Von Willebrand Disease I

Other Names: Pseudohemophilia, Vascular hemophilia, von Willebrand disease type 1, von Willebrand's disease, VWDI
Affected Genes: VWF
Inheritance: Autosomal Recessive
Mutation: Point Mutation

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Common Symptoms

Von Willebrand Disease I (VWDI) is an inherited bleeding disorder affecting dogs. Dogs affected with VWDI have less than half of the normal level of von Willebrand coagulation factor (vWf), which is an essential protein needed for normal blood clotting. There is variability in the amount of vWf such that not all dogs with two copies of the Mutation are equally affected. Dogs that have less than 35% of the normal amount of vWf generally have mild to moderate signs of a bleeding disorder. Affected dogs may bruise easily, have frequent nosebleeds, bleed from the mouth when juvenile teeth are lost, and experience prolonged bleeding after surgery or trauma. Less often, the bleeding may be severe enough to cause death. Due to the variable severity of the disorder, affected dogs may not be identified until a surgery is performed or trauma occurs at which time excessive bleeding is noted. Veterinarians performing surgery on known affected dogs should have ready access to blood banked for transfusions. Most dogs will have a normal lifespan with this condition despite increased blood clotting times.


Breed-Specific Information for the Toy Poodle

Toy Poodle is included as a breed susceptible to von Willebrand disease I because of its close relatedness to the Standard poodle breed, which is known to develop this disease due to Mutation of the VWF gene. The frequency of the causal mutation in the general Toy Poodle population is unknown.


Testing Tips

Genetic testing of the VWF gene in Toy Poodles will reliably determine whether a dog is a genetic Carrier of von Willebrand disease I. Von Willebrand Disease I is inherited in an Autosomal Recessive manner in dogs meaning that they must receive two copies of the mutated gene (one from each parent) to develop the disease. In general, carrier dogs rarely have features of the disease but when bred with another carrier of the same Mutation, there is a risk of having affected pups. Each pup that is born to this pairing has a 25% chance of inheriting the disease and a 50% chance of inheriting one copy and being a carrier of the VWF gene mutation. Reliable genetic testing is important for determining breeding practices. Because symptoms may be mild in affected dogs, genetic testing should be performed before breeding. In order to eliminate this mutation from breeding lines and to avoid the potential of producing affected pups, breeding of known carriers to each other is not recommended. Toy Poodles that are not carriers of the mutation have no increased risk of having affected pups.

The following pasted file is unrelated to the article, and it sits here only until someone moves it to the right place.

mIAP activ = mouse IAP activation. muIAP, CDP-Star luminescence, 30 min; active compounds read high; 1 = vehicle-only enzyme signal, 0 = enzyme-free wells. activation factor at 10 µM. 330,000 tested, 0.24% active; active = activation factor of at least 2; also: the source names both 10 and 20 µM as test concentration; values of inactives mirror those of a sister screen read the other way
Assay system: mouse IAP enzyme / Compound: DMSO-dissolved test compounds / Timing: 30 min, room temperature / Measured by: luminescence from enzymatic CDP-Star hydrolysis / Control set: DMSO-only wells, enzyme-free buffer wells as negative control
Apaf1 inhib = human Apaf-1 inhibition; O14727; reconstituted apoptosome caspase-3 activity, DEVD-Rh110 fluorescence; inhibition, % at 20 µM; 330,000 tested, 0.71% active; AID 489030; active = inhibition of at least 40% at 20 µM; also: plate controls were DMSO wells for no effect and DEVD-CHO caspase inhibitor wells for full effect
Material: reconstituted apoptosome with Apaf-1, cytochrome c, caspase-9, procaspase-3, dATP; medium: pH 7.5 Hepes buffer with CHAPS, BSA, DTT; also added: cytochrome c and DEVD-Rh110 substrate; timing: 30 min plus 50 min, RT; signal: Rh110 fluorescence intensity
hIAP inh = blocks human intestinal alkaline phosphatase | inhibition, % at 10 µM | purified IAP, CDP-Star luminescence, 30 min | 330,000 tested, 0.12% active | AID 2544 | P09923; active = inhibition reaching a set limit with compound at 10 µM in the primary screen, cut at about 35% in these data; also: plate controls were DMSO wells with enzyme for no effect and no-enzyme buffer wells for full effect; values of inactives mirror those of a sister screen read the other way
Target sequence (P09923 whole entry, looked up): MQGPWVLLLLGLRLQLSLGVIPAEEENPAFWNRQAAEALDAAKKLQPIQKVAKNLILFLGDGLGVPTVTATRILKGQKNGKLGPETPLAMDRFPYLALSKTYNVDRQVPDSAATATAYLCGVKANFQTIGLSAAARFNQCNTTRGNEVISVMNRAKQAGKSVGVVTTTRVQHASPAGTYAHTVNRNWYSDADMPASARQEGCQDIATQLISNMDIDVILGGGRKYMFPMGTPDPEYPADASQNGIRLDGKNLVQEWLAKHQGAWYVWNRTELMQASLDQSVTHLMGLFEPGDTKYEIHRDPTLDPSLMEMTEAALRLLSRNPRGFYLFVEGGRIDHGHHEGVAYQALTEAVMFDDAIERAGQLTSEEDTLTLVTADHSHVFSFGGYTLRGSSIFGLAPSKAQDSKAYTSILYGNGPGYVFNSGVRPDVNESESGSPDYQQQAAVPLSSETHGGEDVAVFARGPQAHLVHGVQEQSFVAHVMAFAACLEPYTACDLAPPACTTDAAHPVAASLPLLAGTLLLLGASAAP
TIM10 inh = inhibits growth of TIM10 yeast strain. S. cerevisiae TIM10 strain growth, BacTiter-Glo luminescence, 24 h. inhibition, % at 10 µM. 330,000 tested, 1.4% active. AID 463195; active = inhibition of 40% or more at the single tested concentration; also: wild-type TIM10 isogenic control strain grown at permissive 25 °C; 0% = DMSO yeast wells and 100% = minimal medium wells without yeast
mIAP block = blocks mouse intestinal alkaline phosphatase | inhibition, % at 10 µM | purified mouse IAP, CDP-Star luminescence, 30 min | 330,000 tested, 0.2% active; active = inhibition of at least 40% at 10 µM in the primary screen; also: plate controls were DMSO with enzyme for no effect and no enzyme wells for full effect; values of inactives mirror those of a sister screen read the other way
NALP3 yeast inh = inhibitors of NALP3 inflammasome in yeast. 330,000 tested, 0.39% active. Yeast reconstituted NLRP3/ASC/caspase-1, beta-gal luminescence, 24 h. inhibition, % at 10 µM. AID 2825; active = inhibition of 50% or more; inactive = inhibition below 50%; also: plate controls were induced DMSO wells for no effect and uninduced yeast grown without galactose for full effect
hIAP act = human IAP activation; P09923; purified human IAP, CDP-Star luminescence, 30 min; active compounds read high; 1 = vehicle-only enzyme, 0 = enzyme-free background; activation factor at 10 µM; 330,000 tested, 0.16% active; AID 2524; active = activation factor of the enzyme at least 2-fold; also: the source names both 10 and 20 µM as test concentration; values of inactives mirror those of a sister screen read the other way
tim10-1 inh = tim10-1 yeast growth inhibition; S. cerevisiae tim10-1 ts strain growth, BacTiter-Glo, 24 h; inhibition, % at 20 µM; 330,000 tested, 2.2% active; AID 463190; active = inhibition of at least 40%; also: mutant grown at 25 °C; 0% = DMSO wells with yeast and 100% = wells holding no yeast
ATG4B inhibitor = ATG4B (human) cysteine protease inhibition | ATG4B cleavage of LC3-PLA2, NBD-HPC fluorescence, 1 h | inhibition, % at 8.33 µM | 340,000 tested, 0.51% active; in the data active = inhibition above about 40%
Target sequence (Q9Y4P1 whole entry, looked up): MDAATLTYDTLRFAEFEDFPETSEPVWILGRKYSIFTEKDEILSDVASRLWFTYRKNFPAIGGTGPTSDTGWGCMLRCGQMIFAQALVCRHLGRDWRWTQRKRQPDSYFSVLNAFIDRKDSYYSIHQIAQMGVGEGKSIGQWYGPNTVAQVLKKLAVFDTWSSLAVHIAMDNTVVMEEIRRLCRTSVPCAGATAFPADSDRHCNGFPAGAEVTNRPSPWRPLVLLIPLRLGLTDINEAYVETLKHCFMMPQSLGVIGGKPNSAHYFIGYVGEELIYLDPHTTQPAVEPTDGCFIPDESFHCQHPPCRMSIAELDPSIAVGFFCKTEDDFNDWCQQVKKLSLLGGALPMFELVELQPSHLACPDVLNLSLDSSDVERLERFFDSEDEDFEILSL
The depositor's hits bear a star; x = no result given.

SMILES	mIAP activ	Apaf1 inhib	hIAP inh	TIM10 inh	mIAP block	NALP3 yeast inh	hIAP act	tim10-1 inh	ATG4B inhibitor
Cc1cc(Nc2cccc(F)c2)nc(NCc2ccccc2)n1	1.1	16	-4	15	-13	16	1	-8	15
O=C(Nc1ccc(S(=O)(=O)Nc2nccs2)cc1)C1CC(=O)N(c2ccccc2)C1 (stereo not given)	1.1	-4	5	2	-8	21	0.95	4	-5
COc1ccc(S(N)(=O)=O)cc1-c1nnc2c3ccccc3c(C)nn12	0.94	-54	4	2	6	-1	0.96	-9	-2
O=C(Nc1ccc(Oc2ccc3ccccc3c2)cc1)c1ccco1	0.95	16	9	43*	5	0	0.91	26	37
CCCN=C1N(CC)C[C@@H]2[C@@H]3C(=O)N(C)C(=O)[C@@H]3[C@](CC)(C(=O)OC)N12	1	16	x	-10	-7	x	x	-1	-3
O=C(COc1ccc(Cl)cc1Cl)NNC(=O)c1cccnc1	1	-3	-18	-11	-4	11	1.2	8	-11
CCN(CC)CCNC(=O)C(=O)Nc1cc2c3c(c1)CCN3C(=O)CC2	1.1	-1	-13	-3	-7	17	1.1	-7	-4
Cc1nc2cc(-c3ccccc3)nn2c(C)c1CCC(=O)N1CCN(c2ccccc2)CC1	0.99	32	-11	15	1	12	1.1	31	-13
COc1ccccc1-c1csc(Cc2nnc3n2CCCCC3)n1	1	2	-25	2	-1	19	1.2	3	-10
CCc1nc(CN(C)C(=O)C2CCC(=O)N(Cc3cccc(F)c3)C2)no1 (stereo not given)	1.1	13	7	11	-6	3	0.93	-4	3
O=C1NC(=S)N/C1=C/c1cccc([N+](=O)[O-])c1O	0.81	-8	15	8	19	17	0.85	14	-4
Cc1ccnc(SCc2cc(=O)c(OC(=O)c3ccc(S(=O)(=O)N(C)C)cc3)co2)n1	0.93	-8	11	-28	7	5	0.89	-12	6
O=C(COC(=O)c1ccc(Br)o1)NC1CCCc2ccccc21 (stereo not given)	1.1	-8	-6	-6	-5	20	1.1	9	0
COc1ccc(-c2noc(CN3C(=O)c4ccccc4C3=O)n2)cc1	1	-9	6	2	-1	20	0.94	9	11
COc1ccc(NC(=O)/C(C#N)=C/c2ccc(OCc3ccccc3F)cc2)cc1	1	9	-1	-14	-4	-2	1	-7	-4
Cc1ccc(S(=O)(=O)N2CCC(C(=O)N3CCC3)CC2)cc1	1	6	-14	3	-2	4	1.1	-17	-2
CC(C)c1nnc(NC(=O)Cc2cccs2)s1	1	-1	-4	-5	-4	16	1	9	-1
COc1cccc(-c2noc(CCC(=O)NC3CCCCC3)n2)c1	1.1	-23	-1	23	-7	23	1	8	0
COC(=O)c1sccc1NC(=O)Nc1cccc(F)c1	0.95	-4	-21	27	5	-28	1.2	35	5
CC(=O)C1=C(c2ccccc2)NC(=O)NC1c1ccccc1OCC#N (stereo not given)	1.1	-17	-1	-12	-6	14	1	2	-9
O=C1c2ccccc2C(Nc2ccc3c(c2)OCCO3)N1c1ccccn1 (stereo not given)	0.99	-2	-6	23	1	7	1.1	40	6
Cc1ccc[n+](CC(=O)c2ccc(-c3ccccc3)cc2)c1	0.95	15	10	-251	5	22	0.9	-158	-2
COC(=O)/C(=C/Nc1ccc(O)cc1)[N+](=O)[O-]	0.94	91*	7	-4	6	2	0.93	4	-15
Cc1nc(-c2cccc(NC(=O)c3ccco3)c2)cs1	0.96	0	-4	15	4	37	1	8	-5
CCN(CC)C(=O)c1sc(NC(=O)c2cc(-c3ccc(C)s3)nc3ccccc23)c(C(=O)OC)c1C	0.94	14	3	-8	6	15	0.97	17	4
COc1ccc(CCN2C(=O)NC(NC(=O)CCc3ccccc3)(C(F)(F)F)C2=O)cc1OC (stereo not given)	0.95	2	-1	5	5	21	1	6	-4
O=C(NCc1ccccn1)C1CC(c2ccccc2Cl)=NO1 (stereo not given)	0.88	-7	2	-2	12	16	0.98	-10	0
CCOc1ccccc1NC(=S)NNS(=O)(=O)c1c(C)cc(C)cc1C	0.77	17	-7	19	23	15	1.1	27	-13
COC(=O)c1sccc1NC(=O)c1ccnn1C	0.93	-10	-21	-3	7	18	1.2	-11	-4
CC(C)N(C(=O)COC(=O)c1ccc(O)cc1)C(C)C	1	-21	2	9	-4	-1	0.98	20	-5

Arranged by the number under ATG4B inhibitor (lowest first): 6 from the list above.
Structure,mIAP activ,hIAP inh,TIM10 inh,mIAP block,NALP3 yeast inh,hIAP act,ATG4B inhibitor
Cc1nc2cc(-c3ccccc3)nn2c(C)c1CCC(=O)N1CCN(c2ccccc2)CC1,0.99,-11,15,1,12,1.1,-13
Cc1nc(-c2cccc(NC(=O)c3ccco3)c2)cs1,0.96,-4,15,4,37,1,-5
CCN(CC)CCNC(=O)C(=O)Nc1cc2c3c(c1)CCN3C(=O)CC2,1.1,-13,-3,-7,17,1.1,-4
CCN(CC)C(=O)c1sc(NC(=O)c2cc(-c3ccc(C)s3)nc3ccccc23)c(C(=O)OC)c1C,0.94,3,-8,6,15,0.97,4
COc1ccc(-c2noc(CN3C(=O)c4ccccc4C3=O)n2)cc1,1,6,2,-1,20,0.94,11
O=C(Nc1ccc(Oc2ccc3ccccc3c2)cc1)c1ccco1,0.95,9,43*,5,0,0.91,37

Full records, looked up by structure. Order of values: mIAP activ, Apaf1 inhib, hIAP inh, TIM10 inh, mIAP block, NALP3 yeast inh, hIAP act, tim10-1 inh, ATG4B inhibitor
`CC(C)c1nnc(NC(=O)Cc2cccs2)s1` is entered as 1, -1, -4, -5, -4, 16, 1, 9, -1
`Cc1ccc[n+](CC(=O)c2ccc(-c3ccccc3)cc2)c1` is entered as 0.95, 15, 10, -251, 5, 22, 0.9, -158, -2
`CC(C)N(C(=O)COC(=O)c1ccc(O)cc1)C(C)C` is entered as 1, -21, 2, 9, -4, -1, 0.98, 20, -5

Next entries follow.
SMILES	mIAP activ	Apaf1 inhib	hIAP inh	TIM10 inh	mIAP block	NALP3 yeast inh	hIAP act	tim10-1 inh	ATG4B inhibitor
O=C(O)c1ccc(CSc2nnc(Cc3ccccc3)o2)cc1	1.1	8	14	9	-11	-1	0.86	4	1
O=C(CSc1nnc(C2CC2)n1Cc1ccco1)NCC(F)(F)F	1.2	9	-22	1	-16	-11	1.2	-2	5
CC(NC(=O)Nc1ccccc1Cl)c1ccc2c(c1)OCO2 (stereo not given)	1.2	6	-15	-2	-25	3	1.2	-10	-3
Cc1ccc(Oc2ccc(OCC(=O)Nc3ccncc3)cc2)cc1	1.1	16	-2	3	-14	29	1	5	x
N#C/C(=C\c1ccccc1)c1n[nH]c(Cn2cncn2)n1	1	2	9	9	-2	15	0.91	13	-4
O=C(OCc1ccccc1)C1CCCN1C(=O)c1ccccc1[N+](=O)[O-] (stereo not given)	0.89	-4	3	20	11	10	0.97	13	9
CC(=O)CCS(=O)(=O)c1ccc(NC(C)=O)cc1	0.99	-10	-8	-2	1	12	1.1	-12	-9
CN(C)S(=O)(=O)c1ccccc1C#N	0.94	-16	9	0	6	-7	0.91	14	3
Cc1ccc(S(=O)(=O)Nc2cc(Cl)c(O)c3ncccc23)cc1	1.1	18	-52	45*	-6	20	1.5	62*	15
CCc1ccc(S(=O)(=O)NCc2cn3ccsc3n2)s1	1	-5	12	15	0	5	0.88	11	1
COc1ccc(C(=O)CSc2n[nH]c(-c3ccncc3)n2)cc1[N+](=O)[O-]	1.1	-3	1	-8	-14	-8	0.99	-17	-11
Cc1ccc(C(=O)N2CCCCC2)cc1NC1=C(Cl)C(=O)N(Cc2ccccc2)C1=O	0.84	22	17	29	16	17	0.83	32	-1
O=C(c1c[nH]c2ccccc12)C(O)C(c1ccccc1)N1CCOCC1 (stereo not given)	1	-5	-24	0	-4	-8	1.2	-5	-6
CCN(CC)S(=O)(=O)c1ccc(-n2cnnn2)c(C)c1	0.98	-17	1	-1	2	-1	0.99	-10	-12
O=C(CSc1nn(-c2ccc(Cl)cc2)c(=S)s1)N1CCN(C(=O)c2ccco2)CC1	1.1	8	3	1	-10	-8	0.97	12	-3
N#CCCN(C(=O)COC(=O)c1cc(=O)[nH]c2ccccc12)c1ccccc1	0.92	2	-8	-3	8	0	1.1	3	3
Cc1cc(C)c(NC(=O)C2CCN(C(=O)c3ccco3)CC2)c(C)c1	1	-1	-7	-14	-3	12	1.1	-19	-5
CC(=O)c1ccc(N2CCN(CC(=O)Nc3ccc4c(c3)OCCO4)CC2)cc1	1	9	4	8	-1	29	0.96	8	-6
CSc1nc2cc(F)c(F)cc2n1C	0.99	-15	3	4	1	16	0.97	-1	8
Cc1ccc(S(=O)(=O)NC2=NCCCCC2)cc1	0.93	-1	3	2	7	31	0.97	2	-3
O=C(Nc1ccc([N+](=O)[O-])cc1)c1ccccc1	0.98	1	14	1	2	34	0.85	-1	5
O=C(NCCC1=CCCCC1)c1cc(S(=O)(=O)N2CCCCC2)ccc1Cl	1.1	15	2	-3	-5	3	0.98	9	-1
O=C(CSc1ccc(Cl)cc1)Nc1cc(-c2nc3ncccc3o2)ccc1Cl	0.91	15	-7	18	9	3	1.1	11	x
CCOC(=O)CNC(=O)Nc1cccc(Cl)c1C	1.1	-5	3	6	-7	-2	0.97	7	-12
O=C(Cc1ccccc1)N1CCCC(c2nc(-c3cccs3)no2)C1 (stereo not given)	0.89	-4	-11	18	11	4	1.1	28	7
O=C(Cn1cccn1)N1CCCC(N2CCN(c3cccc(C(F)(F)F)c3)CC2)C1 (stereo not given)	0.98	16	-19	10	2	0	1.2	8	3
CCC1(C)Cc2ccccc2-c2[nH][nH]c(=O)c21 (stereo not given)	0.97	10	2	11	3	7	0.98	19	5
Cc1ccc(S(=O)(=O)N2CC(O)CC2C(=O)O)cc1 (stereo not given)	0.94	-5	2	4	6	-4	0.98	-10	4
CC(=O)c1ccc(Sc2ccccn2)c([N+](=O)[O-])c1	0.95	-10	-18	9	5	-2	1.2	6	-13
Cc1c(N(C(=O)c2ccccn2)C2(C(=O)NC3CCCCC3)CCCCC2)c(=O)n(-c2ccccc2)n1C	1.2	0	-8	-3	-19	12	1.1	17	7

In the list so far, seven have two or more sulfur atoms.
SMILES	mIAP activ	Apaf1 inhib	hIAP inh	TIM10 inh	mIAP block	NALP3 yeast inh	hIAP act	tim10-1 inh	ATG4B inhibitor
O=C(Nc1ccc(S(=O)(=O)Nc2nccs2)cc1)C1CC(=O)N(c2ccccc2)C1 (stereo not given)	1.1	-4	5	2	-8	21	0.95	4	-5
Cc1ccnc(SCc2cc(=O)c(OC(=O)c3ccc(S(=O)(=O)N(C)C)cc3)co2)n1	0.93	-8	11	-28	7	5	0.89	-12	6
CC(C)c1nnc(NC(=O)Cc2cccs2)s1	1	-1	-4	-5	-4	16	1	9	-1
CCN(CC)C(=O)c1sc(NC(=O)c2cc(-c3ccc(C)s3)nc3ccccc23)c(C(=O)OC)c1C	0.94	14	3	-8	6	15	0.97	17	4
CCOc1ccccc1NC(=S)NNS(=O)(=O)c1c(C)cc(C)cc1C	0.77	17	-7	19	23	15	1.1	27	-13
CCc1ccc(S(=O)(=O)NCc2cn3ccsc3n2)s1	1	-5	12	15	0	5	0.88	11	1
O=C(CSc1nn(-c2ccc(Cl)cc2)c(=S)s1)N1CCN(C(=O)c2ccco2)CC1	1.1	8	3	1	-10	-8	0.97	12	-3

There may be other causes of this condition in dogs and a normal result does not exclude a different mutation in this gene or any other gene that may result in a similar genetic disease or trait.


References

  • Brooks MB, Erb HN, Foureman PA, Ray K. von Willebrand disease phenotype and von Willebrand factor marker genotype in Doberman Pinschers. Am J Vet Res. 2001 Mar;62(3):364-9. [PubMed: 11277201]
  • Donner J, Kaukonen M, Anderson H, Moller F, Kyostila K, Sankari S, Hytonen M, Giger U, Lohi H. Genetic Panel Screening of Nearly 100 Mutations Reveals New Insights into the Breed Distribution of Risk Variants for Canine Hereditary Disorders. PLoS One. 2016 Aug 15;11(8):e0161005. [PubMed: 27525650]
  • Shaffer LG, Ramirez CJ, Sundin K, Carl C, Ballif BC (2015) Genetic screening and mutation identification in a rare canine breed, the Drentsche patrijshond. Vet Rec Case Rep. 3:e000185.